Chief Reuben Shortnacy
Corcoran Police Department
Effective at 5 p.m. Monday April 13, 2020 Kings County Superior Court, along with all other California Superior Courts, implemented an emergency bail schedule adopted by the California Judicial Council on April 6th as part of its emergency rules.
Under Emergency Rule 4, bail for all misdemeanor and many felony offenses will be set at zero dollars. Exemptions to the new schedule include violent crimes such as murder and rape. However, the new rules permit zero bail for crimes such as child abuse, auto theft, elder abuse, burglary and failing to register as a sex offender. Keep in mind that this is not a complete list of those crimes now eligible under this new rule. In addition to the crimes that I have already mentioned, those who are arrested for crimes such as drug trafficking, theft and fraud will be embolden to commit the same crimes because of the zero bail that is mandated.
This zero bail rule will stay in effect until 90 days after the Covid-19 emergency is lifted by the Governor. It neglected to give any consideration to victims and is a reckless approach in my opinion. Because this emergency rule was retroactive, our Sheriff has had to release numerous inmates from custody. To date there have been 30 inmates released that would otherwise be in custody.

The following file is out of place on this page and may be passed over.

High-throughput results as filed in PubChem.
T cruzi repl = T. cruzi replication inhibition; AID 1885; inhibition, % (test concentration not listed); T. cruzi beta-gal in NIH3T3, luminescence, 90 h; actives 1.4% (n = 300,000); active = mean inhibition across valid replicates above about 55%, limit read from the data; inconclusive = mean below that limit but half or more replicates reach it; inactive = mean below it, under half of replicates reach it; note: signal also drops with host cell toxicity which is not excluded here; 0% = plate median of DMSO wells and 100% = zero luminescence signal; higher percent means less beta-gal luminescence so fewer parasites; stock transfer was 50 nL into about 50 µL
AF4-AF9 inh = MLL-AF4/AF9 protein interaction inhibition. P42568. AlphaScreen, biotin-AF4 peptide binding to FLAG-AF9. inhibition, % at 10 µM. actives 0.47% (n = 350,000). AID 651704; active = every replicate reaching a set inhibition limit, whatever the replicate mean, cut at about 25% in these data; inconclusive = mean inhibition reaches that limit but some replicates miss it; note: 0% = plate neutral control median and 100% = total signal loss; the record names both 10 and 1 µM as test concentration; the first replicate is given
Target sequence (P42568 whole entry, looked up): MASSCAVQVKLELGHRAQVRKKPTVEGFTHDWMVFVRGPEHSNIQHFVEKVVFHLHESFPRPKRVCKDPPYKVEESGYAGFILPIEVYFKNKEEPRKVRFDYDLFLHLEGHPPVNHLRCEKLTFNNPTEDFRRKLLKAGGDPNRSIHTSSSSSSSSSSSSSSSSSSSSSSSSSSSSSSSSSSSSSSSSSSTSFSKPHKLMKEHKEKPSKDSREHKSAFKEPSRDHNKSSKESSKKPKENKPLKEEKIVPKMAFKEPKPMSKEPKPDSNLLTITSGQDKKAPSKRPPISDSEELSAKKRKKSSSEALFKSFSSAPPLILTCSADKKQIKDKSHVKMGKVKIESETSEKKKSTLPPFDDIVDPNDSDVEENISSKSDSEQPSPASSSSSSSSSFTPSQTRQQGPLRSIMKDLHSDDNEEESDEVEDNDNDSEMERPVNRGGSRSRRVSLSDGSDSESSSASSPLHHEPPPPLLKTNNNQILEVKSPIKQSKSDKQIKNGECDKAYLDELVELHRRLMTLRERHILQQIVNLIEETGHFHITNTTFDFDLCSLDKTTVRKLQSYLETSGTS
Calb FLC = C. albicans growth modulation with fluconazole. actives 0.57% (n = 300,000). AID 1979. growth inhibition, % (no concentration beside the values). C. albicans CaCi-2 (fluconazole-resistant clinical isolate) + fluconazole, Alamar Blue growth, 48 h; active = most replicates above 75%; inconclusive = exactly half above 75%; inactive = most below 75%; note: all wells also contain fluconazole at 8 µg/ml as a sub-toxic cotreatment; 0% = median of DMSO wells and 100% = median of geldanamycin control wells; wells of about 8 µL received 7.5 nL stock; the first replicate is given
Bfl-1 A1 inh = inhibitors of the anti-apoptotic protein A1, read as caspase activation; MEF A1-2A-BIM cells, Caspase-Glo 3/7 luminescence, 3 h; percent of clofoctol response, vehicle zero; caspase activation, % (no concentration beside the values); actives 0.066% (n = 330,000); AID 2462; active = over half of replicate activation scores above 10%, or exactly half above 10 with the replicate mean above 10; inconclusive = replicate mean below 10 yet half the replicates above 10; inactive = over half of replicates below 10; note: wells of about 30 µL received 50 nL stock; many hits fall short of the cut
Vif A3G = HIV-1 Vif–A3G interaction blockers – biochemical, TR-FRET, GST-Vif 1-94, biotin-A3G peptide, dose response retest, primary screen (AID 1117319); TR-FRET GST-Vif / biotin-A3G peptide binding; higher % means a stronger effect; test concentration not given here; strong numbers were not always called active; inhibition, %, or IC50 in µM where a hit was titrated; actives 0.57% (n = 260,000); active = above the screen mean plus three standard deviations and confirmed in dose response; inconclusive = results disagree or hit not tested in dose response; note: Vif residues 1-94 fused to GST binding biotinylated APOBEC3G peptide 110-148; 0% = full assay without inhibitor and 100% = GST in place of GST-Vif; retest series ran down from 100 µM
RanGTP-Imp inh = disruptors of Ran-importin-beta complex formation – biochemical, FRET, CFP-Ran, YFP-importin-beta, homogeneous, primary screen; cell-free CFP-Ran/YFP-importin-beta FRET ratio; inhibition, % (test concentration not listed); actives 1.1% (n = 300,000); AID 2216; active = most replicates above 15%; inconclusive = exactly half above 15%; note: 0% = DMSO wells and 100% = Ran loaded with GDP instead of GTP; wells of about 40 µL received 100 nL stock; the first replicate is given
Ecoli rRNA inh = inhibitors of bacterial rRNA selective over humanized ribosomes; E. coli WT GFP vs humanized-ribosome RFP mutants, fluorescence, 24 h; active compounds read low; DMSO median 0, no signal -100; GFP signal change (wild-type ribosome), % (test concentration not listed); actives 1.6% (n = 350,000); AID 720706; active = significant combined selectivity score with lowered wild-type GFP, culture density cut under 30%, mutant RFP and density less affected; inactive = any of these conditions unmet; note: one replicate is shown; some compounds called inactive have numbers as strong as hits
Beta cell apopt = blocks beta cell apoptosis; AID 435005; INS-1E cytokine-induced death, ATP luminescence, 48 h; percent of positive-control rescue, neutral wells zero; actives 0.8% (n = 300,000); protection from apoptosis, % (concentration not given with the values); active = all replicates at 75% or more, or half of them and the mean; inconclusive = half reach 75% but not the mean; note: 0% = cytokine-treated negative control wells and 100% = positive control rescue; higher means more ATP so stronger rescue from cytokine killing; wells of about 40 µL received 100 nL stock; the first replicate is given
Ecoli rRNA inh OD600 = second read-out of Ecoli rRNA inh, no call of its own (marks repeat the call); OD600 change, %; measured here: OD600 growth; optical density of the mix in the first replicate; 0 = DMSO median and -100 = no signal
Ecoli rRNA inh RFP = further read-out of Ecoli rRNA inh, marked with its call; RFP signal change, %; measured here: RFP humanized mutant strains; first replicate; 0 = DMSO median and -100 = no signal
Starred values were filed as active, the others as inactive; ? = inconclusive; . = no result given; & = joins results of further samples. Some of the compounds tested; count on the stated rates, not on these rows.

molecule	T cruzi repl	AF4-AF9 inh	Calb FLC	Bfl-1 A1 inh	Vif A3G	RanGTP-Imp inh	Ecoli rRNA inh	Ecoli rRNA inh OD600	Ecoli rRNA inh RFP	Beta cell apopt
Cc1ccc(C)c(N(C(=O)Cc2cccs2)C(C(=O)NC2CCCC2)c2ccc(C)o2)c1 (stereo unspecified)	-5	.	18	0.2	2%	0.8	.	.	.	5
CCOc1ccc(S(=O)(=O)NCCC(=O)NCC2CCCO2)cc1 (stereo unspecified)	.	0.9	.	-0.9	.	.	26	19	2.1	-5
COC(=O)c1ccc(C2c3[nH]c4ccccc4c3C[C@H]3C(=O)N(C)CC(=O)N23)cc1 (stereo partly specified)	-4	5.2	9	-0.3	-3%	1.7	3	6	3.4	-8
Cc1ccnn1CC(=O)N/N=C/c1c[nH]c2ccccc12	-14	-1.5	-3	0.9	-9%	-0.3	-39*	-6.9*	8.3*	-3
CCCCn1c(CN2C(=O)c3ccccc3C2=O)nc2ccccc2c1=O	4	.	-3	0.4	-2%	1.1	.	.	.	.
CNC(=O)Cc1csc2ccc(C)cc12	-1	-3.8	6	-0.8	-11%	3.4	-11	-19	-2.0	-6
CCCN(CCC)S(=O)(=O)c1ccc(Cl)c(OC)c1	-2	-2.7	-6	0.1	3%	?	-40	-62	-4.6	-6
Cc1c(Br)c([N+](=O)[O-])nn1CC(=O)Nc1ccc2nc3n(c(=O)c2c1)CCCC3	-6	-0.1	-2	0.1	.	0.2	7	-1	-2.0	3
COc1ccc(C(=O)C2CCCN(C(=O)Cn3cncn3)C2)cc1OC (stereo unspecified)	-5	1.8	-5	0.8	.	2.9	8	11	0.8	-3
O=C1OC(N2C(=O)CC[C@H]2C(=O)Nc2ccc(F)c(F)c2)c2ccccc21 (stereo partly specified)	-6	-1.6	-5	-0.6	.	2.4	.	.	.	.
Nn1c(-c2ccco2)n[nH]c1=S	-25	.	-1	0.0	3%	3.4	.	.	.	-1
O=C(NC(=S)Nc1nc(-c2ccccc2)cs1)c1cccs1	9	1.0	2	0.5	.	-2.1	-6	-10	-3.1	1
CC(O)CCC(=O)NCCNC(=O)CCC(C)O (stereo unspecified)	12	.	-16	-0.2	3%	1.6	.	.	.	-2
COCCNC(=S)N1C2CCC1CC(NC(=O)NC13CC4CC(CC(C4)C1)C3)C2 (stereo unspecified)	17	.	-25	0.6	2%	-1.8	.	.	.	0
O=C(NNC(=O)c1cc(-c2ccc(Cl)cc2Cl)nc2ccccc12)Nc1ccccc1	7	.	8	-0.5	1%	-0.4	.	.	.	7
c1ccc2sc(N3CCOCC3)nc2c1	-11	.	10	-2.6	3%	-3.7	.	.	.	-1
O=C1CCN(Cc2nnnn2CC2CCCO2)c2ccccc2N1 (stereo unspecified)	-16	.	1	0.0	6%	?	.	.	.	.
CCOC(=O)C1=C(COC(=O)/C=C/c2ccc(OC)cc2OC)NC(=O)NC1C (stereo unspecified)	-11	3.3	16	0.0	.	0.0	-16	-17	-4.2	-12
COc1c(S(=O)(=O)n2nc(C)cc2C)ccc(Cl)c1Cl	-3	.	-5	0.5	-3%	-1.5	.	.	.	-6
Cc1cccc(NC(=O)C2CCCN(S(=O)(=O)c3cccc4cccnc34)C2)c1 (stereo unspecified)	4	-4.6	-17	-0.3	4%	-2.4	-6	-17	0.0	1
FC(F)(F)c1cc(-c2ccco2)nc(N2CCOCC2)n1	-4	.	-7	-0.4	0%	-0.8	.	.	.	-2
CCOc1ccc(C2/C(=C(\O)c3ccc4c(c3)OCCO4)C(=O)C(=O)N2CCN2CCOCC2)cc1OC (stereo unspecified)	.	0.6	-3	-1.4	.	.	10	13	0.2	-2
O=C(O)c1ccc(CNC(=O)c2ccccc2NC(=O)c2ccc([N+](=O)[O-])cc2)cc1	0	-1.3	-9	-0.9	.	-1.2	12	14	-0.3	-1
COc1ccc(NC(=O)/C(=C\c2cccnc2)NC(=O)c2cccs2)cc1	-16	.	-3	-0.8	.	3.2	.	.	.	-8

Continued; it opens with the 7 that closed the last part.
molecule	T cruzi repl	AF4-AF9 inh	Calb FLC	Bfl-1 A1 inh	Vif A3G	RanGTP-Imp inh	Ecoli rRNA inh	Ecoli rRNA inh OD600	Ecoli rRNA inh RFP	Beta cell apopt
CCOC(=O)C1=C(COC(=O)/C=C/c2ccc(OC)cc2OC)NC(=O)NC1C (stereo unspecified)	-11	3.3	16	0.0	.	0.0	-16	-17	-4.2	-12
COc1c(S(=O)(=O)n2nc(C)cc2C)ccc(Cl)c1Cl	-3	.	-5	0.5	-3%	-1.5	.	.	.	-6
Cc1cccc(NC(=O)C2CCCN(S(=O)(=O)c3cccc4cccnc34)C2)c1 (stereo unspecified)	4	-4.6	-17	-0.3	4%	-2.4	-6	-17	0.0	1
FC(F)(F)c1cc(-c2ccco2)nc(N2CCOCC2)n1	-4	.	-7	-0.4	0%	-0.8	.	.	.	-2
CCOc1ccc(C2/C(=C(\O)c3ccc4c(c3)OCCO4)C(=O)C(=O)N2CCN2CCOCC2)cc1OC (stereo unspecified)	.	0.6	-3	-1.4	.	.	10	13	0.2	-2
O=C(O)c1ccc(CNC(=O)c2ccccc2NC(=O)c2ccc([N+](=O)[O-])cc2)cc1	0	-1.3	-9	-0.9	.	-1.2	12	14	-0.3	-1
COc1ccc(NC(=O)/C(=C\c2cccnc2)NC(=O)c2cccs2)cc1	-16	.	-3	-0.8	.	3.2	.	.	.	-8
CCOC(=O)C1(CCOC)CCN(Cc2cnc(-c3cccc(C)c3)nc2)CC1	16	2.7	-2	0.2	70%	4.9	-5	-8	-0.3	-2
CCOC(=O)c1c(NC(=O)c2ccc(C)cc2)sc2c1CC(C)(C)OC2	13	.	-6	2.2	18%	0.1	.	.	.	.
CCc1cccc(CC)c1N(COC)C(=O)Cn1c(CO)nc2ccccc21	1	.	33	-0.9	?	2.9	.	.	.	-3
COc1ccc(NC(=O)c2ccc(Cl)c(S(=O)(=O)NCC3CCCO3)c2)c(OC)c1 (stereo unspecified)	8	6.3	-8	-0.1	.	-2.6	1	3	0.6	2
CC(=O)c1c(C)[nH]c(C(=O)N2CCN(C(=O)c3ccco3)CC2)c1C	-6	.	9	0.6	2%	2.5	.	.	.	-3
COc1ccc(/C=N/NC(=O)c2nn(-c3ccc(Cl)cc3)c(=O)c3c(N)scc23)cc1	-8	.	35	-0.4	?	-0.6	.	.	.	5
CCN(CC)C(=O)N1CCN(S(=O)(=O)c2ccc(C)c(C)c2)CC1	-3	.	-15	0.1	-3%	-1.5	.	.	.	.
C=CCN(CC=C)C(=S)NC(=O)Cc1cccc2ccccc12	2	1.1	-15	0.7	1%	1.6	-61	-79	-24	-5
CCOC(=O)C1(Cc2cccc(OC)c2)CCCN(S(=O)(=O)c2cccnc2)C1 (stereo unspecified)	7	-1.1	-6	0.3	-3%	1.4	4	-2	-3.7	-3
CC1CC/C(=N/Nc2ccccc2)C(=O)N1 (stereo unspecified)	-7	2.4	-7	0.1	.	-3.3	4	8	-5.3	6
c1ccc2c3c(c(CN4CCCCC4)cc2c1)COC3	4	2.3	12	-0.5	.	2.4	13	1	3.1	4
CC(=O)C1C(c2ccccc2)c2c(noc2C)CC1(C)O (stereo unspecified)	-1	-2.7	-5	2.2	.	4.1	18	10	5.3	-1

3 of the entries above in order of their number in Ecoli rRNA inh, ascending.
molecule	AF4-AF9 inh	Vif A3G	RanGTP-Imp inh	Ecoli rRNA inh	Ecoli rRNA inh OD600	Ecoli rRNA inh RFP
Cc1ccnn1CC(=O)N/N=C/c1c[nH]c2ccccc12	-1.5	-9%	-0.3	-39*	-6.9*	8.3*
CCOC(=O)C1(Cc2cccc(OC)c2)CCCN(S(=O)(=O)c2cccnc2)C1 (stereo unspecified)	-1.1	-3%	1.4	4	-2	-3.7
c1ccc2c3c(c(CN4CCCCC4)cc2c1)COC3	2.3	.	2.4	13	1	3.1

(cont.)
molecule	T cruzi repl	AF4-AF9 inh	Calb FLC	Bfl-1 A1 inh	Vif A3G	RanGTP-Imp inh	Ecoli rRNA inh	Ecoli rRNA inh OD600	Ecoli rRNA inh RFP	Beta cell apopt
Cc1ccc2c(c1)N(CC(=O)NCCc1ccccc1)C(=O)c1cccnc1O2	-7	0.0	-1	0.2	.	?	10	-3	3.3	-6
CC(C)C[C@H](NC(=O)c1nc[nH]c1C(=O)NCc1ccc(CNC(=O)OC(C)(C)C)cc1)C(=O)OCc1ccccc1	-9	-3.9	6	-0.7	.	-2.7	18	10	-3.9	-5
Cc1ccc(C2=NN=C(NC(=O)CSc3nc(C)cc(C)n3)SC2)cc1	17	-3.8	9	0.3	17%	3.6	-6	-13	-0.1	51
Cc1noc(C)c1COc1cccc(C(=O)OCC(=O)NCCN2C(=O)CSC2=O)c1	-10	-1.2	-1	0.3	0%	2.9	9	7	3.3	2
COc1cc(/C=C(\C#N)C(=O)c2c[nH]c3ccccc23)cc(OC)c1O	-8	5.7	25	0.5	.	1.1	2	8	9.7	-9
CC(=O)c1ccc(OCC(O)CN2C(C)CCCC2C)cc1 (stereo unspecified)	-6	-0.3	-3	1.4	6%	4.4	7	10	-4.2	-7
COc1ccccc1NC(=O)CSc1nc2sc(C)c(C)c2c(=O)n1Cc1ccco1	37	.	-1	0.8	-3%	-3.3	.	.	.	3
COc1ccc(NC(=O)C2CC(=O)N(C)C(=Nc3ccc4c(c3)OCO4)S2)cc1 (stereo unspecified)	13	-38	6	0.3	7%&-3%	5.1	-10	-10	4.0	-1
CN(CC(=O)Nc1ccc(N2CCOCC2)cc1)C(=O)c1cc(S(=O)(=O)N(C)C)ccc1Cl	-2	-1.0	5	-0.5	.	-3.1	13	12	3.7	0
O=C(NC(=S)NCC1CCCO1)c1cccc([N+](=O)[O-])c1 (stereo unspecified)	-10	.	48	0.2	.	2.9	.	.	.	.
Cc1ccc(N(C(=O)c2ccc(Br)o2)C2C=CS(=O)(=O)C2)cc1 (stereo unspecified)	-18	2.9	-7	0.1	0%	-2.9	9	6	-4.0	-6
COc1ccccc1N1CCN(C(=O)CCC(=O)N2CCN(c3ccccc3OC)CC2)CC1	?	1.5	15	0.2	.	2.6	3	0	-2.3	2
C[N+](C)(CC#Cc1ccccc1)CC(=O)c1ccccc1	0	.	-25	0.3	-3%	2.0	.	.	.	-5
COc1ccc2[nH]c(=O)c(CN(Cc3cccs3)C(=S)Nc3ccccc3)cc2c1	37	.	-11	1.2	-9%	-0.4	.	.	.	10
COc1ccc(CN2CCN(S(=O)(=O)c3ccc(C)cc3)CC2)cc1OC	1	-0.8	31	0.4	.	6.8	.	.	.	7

Law enforcement understands the unprecedented impact the COVID-19 outbreak has generated, but we shouldn’t have a blanket release from custody of potentially thousands of inmates state-wide. The impact of that on our communities will be far-reaching. A one-size fits all approach is not a solution.
The Sheriff has taken significant steps to deter the spread of Covid-19 in the jail. As I write this editorial, there are no positive cases of Covid-19 in the Kings County Jail. The in-custody population state-wide has less than the average general population incidents of Covid-19. To release inmates at this stage of the virus evolution puts the public at risk with more potential carriers in social circles. Not to mention the increased threat to public safety in general. It’s a population who couldn’t follow simple rules and now we will expect them to “shelter-in-place.” Even with this order that limits law enforcement, we are working harder than ever to keep our communities safe. Our District Attorney is filing motions on our behalf to try to get the courts to set bail in appropriate cases based on whether the defendant is a danger to public safety, a flight risk, a danger to the victim(s), the seriousness of the crime, and prior criminal history.
The ultimate irony in this decision is that a violation of the shelter-in-place order is a misdemeanor and would be one of those crimes that now has a zero bail. Because of this emergency zero bail order, law enforcement does not have the authority to hold a person in-custody who is violating this order. Only in an extreme circumstance where additional justification can be made would someone now be held on a misdemeanor crime.
We recognize that there are impacts because of Covid-19 and we must adapt and respond appropriately. But we should not have to compromise our safety and security unnecessarily. Our communities have suffered enough. People have been laid off, education has been drastically changed, and businesses have suffered. They don’t now deserve to be victimized even more from those released early from jail or those who will not go into custody in the first place. These crimes significantly impact us all. Policy makers shouldn’t create an opportunity for victimization.